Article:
A Not Very French Bastille Day in Minneapolis

City Correspondent, Talin - a native Parisienne - attended Minneapolis’ Bastille Day celebration for the first time and found that, while it is a lovely celebration, it’s not a very French one.

Published by Guest on 16/07/2015

Unlike previous years, this summer I am staying in Minneapolis and the city is just a delight in this season. Minneapolis residents seem to spend every moment possible outside in the summer and there are celebrations and block parties just about every weekend - all of which make the city an extremely vibrant place to be in.

And with my friend, Carole, visiting from Paris and my parents coming in August - it’s a little bit of France coming to me instead.

Staying here meant that, for the first time, I would be able to check out the Minneapolis Bastille Day celebrations. As you can imagine, Bastille Day is a big deal in Paris, with dances (bals de pompiers) starting on July 13 in the various fire stations of the city, followed by the grandiose fireworks on the night of the 14th.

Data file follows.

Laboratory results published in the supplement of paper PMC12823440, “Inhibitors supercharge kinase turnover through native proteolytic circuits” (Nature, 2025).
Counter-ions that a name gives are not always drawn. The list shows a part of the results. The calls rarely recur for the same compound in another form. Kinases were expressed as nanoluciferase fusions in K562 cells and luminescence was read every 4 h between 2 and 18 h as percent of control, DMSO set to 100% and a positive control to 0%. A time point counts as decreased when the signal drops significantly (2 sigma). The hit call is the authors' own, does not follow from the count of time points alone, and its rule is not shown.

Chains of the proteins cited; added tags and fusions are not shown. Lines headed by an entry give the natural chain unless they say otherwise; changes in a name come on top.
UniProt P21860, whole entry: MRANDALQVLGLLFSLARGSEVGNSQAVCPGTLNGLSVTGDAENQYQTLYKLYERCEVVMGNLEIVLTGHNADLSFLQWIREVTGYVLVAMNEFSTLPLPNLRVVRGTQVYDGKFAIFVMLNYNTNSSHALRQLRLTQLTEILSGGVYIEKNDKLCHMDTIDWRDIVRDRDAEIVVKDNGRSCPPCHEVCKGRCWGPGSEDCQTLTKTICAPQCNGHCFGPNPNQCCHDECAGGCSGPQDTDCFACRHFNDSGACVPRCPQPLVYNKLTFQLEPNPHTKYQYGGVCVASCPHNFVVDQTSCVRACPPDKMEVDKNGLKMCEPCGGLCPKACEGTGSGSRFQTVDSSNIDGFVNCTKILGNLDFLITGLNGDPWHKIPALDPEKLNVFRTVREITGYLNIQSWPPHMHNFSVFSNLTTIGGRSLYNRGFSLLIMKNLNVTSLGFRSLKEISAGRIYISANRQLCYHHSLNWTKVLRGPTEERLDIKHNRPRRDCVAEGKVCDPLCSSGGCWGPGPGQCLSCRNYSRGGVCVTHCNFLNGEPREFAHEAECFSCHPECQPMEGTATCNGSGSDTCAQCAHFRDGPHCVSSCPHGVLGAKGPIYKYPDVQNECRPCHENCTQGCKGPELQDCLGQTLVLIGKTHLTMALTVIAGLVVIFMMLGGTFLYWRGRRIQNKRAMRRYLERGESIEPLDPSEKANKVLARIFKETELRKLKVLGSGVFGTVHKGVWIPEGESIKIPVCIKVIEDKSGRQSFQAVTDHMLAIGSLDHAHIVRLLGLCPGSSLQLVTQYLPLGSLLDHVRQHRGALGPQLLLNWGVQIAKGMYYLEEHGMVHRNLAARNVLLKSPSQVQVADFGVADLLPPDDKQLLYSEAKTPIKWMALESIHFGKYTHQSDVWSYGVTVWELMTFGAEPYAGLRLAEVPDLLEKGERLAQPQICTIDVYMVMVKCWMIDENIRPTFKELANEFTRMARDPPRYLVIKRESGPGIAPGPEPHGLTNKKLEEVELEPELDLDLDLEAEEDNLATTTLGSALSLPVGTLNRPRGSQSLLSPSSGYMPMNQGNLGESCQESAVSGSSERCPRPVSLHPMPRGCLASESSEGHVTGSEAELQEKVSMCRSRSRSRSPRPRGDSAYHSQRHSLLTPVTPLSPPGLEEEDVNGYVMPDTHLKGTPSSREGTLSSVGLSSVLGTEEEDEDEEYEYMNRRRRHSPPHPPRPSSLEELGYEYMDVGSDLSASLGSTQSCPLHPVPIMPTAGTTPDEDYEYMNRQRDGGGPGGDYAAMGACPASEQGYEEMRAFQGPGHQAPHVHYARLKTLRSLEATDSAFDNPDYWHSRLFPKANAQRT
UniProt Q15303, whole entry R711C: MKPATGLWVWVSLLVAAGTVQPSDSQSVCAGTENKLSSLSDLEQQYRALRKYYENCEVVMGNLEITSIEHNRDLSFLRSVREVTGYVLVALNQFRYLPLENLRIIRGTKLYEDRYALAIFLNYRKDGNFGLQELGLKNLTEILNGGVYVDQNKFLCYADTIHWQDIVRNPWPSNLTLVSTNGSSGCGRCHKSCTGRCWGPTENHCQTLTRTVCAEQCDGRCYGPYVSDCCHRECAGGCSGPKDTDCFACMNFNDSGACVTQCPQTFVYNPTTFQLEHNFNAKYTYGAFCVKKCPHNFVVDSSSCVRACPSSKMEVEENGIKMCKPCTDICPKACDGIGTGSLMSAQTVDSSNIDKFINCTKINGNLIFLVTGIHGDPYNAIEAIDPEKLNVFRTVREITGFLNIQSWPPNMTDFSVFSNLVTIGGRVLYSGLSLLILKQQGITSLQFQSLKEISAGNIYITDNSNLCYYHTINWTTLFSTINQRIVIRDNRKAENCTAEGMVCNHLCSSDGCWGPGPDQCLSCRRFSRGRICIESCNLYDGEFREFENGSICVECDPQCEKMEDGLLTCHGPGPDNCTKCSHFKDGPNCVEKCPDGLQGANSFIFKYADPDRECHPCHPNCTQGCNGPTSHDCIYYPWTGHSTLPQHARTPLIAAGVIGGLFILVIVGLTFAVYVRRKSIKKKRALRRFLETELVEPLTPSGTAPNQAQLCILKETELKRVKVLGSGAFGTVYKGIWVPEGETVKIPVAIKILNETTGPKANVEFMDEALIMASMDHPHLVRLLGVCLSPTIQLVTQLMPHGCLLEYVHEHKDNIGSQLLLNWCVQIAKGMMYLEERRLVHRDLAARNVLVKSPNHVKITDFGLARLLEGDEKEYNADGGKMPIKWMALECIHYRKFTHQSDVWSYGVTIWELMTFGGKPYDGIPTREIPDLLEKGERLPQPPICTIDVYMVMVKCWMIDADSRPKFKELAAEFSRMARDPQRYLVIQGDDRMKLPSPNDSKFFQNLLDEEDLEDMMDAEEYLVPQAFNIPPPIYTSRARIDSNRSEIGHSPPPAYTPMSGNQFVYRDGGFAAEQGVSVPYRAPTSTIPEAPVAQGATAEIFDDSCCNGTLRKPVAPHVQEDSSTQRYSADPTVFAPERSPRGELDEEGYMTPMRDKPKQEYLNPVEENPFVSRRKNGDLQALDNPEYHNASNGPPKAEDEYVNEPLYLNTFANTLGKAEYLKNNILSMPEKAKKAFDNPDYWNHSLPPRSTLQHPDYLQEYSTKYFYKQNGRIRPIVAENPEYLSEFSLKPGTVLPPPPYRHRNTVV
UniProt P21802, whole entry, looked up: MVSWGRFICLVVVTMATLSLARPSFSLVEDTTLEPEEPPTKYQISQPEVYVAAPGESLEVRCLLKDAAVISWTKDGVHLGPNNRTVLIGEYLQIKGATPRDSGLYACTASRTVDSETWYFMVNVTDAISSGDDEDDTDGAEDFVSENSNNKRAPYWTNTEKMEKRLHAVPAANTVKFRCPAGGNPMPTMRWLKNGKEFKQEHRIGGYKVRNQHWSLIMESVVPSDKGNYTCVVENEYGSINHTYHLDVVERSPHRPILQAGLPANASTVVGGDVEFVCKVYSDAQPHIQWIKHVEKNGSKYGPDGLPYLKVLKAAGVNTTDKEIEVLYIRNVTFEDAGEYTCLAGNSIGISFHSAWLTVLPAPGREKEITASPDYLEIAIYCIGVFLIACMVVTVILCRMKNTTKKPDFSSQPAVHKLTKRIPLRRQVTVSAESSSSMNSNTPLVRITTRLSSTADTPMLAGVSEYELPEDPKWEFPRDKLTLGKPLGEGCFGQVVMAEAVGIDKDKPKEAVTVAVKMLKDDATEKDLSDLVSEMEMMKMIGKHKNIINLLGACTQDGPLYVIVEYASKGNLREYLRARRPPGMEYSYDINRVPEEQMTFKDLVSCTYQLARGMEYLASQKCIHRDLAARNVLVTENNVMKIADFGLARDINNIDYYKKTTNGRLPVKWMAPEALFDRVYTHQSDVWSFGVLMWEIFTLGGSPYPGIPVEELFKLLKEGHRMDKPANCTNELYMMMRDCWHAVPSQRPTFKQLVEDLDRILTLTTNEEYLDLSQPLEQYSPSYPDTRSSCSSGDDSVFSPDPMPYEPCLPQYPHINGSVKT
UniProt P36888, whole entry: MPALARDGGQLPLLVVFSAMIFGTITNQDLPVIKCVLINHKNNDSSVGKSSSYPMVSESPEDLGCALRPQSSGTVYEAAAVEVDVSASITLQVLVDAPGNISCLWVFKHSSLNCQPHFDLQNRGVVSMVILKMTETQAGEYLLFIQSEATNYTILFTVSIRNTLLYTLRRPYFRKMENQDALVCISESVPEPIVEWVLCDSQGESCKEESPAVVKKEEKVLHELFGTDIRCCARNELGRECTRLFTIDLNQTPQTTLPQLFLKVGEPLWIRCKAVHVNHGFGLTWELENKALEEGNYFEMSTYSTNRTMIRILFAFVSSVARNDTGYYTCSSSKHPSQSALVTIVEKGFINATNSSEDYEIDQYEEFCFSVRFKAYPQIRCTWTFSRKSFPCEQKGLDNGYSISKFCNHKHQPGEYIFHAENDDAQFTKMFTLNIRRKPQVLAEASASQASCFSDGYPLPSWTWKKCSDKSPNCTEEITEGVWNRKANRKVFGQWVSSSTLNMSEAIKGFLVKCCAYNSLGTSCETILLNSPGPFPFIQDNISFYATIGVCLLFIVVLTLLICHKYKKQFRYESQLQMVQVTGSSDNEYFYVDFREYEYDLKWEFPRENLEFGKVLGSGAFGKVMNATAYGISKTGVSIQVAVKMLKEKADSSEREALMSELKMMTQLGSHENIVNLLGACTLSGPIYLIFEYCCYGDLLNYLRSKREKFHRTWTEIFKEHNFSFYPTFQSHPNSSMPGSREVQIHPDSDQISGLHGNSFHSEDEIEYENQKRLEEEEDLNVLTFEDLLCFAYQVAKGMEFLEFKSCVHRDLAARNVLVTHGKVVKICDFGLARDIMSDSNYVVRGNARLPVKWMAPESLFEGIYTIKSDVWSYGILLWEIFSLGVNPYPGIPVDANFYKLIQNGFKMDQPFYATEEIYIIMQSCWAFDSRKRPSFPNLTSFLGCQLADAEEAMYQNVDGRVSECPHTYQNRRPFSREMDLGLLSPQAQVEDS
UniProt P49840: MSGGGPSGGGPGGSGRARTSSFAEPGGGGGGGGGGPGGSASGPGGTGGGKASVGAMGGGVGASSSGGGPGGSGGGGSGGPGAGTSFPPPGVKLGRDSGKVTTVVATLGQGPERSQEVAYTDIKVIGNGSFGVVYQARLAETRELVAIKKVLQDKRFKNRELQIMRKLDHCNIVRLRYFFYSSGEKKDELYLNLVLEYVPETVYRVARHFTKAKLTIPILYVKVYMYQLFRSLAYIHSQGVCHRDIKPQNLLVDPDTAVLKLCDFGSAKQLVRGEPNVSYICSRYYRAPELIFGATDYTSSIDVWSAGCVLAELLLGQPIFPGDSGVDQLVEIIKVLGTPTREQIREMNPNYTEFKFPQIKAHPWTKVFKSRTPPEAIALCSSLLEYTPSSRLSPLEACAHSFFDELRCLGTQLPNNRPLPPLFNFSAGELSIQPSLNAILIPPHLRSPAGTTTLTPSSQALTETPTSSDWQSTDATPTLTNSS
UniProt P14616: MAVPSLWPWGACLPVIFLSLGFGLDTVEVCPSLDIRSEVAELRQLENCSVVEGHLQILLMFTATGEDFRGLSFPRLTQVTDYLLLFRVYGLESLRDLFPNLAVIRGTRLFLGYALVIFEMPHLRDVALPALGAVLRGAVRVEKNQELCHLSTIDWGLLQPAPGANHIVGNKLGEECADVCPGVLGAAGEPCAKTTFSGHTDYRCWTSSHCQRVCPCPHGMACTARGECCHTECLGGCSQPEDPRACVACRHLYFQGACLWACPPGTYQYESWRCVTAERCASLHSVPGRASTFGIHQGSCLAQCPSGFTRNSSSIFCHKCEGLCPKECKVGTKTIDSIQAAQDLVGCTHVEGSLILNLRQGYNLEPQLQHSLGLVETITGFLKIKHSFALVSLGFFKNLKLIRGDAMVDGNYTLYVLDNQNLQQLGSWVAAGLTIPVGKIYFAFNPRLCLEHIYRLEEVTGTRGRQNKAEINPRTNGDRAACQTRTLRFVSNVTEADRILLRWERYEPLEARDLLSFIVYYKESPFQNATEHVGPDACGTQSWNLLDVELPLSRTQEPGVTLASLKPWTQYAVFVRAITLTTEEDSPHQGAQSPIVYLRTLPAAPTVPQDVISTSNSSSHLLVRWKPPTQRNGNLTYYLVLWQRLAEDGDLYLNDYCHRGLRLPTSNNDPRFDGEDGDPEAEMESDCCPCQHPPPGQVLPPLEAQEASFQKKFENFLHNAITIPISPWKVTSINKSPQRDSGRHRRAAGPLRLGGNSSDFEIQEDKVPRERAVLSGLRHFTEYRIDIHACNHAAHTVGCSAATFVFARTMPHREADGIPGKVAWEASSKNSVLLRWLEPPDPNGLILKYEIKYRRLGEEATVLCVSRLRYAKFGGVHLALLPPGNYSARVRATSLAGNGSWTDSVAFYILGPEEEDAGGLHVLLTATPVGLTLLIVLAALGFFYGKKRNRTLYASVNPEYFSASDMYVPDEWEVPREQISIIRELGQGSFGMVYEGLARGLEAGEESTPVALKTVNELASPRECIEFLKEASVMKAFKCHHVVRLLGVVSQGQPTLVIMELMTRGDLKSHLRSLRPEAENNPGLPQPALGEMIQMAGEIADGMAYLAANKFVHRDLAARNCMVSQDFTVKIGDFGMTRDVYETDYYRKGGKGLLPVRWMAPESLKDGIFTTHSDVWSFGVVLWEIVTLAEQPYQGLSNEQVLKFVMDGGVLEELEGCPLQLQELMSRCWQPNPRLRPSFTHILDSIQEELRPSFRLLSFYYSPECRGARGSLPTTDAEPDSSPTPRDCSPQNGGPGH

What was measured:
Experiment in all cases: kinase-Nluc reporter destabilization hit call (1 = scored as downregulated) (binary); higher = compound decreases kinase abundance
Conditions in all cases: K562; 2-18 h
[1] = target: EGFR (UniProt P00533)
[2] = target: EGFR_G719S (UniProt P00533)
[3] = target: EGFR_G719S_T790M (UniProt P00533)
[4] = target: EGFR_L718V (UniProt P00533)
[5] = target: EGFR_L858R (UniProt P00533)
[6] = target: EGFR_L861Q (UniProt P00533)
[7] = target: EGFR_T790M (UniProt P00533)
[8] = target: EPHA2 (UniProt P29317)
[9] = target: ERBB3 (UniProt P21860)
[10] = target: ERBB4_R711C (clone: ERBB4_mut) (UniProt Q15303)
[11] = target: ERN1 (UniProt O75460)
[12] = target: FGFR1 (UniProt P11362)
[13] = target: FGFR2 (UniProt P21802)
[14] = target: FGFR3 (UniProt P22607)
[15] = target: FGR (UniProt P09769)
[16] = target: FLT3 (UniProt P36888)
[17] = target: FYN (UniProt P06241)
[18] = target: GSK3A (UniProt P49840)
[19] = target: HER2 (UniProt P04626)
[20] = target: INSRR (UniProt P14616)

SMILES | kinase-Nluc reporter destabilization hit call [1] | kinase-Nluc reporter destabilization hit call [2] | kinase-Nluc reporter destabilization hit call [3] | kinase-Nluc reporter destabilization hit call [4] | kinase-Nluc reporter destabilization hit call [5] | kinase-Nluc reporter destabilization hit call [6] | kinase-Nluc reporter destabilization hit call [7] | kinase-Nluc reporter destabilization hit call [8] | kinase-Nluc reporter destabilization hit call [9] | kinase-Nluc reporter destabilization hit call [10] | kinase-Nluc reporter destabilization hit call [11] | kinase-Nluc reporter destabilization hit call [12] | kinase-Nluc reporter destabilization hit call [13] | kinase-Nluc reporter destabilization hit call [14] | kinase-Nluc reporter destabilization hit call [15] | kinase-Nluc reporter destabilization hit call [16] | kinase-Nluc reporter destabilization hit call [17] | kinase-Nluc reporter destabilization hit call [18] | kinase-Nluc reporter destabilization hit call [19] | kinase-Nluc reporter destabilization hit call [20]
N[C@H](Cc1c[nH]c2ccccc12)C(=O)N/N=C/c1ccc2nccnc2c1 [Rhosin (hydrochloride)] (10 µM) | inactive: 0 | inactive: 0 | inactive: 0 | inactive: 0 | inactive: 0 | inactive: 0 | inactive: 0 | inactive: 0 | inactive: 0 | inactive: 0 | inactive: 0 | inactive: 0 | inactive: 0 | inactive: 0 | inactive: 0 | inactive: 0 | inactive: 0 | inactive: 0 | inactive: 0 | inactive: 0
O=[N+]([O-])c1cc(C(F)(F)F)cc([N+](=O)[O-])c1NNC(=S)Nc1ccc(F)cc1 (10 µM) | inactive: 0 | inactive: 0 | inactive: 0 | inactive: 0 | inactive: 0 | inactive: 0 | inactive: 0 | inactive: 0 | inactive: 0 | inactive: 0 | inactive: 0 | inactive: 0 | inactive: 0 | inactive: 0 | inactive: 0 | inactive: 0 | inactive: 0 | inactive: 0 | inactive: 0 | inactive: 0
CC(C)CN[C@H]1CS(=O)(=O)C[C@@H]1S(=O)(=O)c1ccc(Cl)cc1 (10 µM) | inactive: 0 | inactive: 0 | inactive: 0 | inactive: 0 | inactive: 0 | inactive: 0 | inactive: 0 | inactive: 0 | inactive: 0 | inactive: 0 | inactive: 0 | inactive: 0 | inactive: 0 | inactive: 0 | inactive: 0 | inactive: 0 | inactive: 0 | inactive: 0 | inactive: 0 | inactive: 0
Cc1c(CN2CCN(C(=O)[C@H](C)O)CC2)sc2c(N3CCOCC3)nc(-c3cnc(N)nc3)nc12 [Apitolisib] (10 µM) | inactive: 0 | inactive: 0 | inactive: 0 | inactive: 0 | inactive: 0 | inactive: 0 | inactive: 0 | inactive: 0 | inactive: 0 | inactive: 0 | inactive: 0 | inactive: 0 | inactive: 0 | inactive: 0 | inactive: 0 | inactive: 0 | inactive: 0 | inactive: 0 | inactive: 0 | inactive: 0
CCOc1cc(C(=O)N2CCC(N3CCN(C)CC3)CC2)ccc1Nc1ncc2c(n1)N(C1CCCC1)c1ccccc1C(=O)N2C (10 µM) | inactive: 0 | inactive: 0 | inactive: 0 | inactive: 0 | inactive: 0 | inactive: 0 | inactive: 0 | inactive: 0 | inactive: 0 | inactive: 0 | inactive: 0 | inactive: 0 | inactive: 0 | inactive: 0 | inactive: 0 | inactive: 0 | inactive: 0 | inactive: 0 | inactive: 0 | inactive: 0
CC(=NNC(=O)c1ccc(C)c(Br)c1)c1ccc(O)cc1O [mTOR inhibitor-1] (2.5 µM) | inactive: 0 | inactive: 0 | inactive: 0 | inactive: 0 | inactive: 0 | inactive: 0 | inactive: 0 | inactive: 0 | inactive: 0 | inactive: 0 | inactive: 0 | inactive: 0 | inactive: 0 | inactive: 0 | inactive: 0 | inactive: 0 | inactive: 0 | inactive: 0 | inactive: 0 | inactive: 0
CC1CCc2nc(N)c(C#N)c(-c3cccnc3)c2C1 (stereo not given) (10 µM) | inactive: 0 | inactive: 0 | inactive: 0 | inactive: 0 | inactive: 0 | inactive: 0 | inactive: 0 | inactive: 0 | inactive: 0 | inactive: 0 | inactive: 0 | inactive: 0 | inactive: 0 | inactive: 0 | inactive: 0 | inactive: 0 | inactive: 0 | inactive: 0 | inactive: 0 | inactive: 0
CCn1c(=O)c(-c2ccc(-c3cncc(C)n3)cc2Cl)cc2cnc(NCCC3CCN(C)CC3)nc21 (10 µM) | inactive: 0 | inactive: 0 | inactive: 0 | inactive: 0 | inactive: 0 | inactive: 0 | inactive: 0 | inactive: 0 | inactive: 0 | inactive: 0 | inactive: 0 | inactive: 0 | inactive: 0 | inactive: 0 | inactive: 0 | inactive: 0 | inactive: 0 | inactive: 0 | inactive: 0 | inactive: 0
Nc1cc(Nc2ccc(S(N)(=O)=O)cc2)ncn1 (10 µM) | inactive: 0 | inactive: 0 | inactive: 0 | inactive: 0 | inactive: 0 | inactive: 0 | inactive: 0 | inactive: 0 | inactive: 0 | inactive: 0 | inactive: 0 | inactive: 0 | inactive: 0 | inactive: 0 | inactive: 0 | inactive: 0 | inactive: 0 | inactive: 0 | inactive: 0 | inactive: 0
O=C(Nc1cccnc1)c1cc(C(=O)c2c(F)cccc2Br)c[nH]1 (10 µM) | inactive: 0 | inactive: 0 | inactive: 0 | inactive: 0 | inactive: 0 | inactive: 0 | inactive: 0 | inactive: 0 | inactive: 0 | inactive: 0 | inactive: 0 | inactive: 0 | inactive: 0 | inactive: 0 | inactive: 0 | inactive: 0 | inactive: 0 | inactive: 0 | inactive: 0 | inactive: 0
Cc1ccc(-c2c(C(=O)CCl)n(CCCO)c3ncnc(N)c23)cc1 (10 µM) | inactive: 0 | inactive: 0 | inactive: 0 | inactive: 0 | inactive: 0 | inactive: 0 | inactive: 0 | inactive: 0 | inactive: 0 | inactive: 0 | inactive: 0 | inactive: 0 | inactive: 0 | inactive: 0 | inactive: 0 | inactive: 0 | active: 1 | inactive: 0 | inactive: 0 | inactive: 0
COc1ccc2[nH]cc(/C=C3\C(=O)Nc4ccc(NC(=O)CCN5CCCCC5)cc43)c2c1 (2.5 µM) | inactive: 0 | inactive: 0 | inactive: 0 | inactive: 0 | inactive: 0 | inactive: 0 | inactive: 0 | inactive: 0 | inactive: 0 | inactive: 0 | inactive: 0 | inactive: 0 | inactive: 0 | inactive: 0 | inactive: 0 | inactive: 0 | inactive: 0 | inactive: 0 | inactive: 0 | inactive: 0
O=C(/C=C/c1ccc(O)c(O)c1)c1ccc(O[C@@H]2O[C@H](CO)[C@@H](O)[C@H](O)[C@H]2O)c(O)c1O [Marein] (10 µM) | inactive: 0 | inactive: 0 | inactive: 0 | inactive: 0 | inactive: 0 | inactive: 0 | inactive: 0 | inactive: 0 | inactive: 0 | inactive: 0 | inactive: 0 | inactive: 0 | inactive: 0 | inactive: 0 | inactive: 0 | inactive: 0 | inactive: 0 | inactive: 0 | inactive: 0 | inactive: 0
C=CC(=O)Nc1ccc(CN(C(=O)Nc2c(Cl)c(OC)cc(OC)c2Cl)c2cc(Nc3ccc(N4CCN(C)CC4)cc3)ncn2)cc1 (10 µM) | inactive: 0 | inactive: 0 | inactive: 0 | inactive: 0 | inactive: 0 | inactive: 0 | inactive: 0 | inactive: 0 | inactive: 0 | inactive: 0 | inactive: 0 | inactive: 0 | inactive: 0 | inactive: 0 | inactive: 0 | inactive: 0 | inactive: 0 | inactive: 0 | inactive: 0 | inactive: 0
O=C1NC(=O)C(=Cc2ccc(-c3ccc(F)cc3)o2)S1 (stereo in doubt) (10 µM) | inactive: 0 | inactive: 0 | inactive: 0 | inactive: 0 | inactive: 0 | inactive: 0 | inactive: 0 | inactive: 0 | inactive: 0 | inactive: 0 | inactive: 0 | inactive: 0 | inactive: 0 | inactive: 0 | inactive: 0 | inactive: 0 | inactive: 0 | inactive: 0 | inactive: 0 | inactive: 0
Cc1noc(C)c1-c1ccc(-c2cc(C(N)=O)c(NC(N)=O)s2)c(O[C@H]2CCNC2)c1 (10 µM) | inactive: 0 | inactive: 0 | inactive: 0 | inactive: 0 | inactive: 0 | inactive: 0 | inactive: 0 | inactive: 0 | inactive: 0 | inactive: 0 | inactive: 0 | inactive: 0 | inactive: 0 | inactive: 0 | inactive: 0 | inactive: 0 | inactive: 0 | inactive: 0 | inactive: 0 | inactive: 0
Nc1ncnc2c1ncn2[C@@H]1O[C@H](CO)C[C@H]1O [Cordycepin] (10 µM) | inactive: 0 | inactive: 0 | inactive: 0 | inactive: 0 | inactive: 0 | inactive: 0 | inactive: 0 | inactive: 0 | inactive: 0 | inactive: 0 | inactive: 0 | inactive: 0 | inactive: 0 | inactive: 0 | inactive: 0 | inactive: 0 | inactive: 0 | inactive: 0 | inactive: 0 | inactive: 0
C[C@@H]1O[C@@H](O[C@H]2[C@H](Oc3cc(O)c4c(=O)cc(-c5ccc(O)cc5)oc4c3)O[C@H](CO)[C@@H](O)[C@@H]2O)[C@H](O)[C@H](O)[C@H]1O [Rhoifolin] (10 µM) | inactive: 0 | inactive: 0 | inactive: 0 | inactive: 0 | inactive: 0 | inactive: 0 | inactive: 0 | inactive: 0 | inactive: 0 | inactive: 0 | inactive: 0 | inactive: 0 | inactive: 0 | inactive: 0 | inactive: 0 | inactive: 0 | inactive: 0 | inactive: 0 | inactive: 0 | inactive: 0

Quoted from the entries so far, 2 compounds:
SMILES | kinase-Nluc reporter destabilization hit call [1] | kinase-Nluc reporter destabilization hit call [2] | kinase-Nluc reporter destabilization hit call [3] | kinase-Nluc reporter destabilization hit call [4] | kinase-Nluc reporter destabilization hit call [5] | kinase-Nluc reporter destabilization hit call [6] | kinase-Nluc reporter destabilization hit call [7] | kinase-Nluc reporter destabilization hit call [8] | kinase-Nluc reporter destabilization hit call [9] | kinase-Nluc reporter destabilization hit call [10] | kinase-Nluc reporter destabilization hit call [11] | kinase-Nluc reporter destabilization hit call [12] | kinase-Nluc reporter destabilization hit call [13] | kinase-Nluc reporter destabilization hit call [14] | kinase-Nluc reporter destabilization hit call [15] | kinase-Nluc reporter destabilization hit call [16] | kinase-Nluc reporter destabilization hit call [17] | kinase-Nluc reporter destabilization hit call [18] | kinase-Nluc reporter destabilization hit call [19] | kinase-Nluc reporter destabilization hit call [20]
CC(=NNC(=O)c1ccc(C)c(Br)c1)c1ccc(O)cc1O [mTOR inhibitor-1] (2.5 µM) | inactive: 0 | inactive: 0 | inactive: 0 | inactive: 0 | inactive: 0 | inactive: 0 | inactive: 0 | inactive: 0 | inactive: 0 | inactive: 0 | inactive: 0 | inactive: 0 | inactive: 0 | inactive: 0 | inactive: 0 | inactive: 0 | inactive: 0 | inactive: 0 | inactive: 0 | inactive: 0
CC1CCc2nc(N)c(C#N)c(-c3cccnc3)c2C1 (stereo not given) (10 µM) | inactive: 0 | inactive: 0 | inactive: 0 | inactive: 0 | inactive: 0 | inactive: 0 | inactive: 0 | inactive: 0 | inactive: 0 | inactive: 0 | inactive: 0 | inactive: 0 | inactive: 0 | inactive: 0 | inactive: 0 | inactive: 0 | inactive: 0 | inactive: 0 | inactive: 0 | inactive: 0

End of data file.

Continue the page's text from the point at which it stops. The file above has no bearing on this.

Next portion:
Being in Minneapolis, the Barbette Bastille Day Block Party in the Uptown neighborhood is the place to be, so Carole and I decided to go and check it out. The flyer looked rather French, as did the beautiful blue, white, and red balloons at the entrance to the street - both promising signs.

However, the event was not French at all. Instead of the red wine or rosé that I was imagining, there was lots of beer (Minneapolis’ specialty, of course). Instead of baguette, cheese, and saucisson… hot dogs and burgers. But there were French fries galore.

 

We met my neighbor Bruce who was enjoying a cold beer on a very hot and humid day, listened to several bands (some good, some bad) on the stage, and had a lot of fun people-watching.

All in all it was a great event - granted just not very French. With its craft beer and very friendly atmosphere, it was very Minnesotan though. I did see a booth from the organization, Alliance Française, offering French classes; maybe thanks to them, it will become a little more French next year.

- Talin -

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